Paul Ford November 25, 2008

White Out Wipe Out

I think some of the post-slogan reaction has been a little over the top

The greatest controversy in Kiwi cricket this week is not whether Andy Moles is the right man for the NZ coaching job, the pros and cons of Brendon McCullum batting (and under-performing) at No. 5, nor is it our team’s ability to play two good days of Test cricket but not four, nor is it which seamer to bench for Adelaide.

Nope, none of the above. In fact it’s a marketing idea, now canned, which would have seen Dunedin embracing the slogan “It’s All White Here” for the upcoming New Zealand vs West Indies Test match (December 11-15). The idea was nothing to do with the Ku Klux Klan or Romper Stomper but a cricket take on a popular approach to marketing rugby here in New Zealand. Under the “Black Out” fans are encouraged to wear black if they are going along to support the All Blacks.

For the Dunedin cricket Test, the idea was a to inspire a “White Out” with everyone donning their finest lab coats, sheep suits, Playboy bunny costumes, bridal gowns, Elvis flares, stormtrooper kits, nurses’ uniforms and cream tuxedos. Harmless – and despite the axing of the official campaign, students all over the South Island should plough on regardless and embrace the idea.

By virtue of the deranged decision-making by the local government bureaucrats involved, it ironically threatened to become a sliver of accidental genius and one of the most successful marketing campaigns for Test cricket in recent years. Never before has the marketing of one match attracted so much attention outside the province of Otago.

Was this a brilliant example of “controversy marketing”? Not merely a gimmick, but a risky move with full follow-through that was undertaken to spark PR for Test cricket that money couldn’t buy? If so, it was a fortnight early: it should have been unleashed once the West Indies were here – then the controversy would have stood a better chance of translating into eyeballs.

I think some of the post-slogan reaction has been a little over the top. Speculation that the West Indies would boycott the match would not just be sad if true, but utter madness. Let’s recognise it for what it was: an ill-advised marketing tagline, devised in a cocoon in the deep south of New Zealand. That sense of perspective was adopted by the West Indies coach John Dyson when he arrived in New Zealand this week: “We've been notified of it but we're concerned with cricket. We just want to play the game.” Good man.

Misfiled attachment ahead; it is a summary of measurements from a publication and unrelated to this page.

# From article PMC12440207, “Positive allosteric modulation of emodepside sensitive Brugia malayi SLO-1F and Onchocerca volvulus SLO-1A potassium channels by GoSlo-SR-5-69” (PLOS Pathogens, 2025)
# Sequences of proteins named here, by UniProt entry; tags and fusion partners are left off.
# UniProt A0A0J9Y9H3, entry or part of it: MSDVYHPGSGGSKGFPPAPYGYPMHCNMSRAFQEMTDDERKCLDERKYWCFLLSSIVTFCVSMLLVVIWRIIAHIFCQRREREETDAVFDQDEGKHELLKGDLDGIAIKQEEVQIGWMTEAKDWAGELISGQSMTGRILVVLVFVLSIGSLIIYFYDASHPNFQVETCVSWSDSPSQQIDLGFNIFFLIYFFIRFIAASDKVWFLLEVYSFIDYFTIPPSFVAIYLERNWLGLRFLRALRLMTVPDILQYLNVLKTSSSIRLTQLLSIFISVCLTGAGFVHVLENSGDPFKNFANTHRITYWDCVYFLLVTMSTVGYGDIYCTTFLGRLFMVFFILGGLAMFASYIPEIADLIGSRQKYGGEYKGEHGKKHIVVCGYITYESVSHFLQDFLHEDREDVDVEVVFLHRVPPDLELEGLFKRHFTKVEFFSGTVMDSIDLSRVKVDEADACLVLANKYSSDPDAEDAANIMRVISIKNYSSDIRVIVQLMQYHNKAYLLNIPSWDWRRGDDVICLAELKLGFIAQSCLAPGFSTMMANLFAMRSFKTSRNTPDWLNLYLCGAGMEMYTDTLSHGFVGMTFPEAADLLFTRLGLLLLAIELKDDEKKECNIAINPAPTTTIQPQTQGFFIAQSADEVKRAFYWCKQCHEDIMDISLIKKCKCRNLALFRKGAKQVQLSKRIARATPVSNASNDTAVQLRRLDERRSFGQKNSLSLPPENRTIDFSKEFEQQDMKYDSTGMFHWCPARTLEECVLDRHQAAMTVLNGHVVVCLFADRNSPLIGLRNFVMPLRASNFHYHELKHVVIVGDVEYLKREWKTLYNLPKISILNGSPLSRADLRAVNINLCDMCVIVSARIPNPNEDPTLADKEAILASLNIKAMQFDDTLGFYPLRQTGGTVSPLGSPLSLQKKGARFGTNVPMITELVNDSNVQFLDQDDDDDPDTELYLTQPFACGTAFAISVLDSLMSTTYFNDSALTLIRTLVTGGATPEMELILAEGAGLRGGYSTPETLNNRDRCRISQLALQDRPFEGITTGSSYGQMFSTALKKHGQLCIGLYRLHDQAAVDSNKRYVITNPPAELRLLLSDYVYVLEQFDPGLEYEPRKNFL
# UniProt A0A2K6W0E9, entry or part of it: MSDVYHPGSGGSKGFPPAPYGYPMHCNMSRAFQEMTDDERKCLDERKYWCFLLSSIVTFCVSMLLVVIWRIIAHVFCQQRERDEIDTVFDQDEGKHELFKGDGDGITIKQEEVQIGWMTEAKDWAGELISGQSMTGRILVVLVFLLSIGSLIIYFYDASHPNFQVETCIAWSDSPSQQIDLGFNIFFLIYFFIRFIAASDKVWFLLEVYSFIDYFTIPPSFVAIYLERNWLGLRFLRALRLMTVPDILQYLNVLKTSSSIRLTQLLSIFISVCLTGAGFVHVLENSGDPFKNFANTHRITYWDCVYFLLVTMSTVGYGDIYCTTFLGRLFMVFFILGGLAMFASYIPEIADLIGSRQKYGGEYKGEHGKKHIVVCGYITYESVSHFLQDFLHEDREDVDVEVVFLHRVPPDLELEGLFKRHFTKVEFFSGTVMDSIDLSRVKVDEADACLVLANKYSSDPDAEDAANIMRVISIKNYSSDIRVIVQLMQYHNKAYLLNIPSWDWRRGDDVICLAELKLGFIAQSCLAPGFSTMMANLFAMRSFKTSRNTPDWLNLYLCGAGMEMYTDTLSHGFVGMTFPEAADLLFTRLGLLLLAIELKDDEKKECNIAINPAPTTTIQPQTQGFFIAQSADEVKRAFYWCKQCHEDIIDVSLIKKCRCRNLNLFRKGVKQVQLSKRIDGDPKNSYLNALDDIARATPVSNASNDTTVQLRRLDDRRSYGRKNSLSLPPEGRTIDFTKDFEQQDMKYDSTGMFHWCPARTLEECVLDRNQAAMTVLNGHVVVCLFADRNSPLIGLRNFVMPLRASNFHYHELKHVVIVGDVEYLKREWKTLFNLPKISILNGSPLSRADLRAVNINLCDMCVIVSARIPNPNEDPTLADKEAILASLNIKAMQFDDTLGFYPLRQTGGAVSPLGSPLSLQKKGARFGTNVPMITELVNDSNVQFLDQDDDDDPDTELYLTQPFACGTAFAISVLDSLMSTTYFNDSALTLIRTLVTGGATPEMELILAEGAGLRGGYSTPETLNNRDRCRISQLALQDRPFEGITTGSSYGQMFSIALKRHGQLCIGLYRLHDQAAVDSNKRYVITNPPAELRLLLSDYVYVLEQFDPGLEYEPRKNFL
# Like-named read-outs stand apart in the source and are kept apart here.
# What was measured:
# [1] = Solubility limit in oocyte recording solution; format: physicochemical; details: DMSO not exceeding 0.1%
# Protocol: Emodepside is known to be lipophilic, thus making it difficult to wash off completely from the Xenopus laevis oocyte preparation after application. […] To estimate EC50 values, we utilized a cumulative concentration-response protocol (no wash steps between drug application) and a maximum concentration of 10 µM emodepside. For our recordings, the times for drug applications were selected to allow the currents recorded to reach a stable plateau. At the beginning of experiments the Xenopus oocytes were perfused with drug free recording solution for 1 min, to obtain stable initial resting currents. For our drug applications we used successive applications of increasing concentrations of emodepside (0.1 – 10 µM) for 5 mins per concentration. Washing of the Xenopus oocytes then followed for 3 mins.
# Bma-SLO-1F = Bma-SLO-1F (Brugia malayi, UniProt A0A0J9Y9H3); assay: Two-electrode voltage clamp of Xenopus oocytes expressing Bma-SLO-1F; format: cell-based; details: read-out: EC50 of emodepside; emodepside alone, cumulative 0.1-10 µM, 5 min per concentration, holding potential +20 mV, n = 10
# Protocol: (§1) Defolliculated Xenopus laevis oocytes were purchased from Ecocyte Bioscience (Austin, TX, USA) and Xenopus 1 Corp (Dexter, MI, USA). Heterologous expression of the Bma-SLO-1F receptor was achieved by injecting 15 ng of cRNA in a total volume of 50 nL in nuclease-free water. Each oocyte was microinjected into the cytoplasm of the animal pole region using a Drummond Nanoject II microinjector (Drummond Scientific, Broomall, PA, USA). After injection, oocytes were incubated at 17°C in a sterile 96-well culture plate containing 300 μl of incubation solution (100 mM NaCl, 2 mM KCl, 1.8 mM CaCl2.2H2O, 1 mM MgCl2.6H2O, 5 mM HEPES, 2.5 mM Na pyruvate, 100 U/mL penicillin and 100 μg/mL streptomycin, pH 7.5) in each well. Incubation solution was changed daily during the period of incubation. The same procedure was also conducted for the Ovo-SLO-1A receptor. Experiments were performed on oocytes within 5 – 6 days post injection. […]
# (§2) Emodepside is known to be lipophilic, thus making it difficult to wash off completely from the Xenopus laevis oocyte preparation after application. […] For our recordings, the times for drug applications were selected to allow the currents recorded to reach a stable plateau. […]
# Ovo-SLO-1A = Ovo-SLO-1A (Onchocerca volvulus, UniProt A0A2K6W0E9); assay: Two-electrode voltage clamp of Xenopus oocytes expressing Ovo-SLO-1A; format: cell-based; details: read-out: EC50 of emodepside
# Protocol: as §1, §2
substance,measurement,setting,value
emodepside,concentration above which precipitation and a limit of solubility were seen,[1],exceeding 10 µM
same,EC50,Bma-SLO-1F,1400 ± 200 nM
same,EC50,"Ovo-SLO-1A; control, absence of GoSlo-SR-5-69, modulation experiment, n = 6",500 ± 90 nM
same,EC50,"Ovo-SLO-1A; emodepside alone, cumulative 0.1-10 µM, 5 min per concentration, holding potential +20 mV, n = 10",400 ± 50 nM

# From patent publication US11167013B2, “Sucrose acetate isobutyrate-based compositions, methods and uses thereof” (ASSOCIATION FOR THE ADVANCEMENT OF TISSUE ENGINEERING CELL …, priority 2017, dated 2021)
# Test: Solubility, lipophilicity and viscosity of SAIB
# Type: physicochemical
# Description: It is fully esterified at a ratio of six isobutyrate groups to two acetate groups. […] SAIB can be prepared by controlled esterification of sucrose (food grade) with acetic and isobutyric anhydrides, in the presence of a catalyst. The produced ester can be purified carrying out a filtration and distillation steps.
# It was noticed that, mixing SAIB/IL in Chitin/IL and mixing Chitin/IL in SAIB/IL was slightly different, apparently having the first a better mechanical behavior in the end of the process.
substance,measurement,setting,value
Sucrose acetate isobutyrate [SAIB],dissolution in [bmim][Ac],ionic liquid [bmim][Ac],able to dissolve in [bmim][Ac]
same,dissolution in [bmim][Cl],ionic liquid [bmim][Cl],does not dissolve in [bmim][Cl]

A little bit of wider audience-testing might not have gone astray, and would have highlighted the potential for it to be misinterpreted. However, whether through poor judgement or reckless risk-taking, that didn’t happen. To the nation’s credit, as soon as it was revealed in public, it was questioned and hammered from all sides.

The most foolish response was the initial one from the Dunedin City Council, as it continued to deny even the merest possibility of racial overtones “between the lines” of the campaign. There was no intent, but it was poor judgement to not admit there was a degree of ambivalence in the words. As Richard Boock put it succinctly in the Sunday Star-Times: “It might have even been funny had officials reacted with enough alacrity to dismiss the idea as an unfortunate gaffe when they had the chance last week.” Offence was being taken, whether the Mayor of Dunedin liked it or not, and it would have been a good time to be contrite.

On Saturday night, NZ Cricket’s new public affairs man issued yet another apology to appease the West Indies and its players with NZC CEO Justin Vaughan saying: “I appreciate that it had the potential to be misinterpreted, and I apologise to the West Indies players and officials for any offence taken – none was intended.”

The fact is that the West Indies are a hugely popular side when visiting New Zealand – some of the Beige Brigade’s best cricketing days have been on the bank watching New Zealand thump the men from the Caribbean. It would be a terrible shame for any lingering discontent from a misguided council campaign to overshadow the summer tour, but it will provide a new obsession for the media, rather than banging on about the Stanford-filled pay packets of the West Indies players. One thing is for sure, New Zealand’s cricketing administrators will be walking on eggshells when Chris Gayle, his sunglasses, and his team are here. Look out for some awkward moments – and hysterical headlines.